Hurtigruten Norway Unveils its First Zero-Emission Cruise Ship
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Launching in 2030, the world’s most energy-efficient cruise ship will use 60 MWh batteries, retractable sails with solar panels, and A.I. maneuvering to eliminate emissions
Weeks before its 130th anniversary, Hurtigruten Norway unveiled plans for its first zero-emission ship. Initially announced in March 2022, under project name ‘Sea Zero,’ the initiative has now revealed early concept plans and renderings for the world’s most energy-efficient cruise ship following its first year of research. Hurtigruten Norway presented the findings alongside its consortium of 12 maritime partners and research institute SINTEF, all joined in the pursuit of achieving emission-free marine travel.
“Following a rigorous feasibility study, we have pinpointed the most promising technologies for our groundbreaking future cruise ships. We are committed to delivering a ship that surpasses all others in terms of energy efficiency and sustainability within just a few years,” said Hedda Felin, CEO of Hurtigruten Norway.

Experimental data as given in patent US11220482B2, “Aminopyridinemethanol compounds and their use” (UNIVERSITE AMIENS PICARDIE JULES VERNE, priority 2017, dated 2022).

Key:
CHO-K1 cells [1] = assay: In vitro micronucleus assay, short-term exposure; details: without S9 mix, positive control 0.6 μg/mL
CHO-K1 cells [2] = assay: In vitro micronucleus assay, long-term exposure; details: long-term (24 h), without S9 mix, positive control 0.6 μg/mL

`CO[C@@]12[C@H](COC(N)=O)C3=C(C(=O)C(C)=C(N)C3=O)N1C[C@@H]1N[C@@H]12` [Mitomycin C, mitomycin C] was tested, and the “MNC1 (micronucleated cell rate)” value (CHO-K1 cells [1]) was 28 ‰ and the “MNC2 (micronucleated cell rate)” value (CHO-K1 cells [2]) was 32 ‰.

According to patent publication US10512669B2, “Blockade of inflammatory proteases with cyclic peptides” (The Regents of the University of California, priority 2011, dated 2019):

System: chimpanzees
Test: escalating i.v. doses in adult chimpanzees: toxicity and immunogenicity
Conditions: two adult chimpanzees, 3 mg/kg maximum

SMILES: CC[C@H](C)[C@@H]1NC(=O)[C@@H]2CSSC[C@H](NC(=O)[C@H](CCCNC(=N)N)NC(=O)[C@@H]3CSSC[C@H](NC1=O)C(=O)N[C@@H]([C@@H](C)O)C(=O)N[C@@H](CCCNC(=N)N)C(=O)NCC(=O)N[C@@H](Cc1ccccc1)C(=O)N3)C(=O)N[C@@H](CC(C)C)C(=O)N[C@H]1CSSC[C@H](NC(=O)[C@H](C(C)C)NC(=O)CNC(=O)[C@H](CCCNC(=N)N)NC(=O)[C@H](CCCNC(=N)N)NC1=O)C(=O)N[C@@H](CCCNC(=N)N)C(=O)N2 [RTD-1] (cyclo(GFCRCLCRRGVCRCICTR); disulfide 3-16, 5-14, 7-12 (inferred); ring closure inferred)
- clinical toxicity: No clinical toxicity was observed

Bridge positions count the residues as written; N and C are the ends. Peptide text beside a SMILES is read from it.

With 0.1% of ships worldwide currently using zero-emission technology, Hurtigruten Norway’s project aims to drastically improve the cruise industry’s sustainability record and future of travel. The cruise line’s future, electric ships will be equipped with batteries that are charged with renewable energy while in port. Combining 60-megawatt batteries with wind technology, the ship is expected to feature numerous firsts that do not exist on ships today, including retractable sails with solar panels, artificial intelligence maneuvering, contra-rotating propellers, and multiple retractable thrusters.
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Battery levels will be displayed on the ship’s exterior, while the bridge, where the Captain and crew steer the ship, is expected to reduce in size following enhanced A.I. maneuvering, mimicking that of an airplane cockpit. Retractable, autonomous wing rigs will comprise 1500m² (16,146 ft²) of solar panels and a wind surface of 750m² (8,073ft²), reaching a maximum height of 50m (164 ft) when extended. The streamlined shape results in less air resistance, reducing energy use. Guests will also minimize their own energy consumption through an interactive mobile app.
To enter Norwegian waters by 2030, the vessel must enter shipyard production in 2027, with new-build finalization starting in 2026. The current R&D phase focuses on battery production, propulsion technology, hull design, and sustainable building practices that reduce energy use to a minimum. Developing new technologies for onboard hotel operations, which can consume up to 50% of the ship’s total energy consumption, will be crucial.
The zero-emission ship is modeled at 135 meters (443 feet) long, with 270 cabins that hold 500 guests and 99 crew. As Hurtigruten Norway has been transporting cargo along Norway’s coast for 130 years, the new ship will have a cargo hold and transport cars.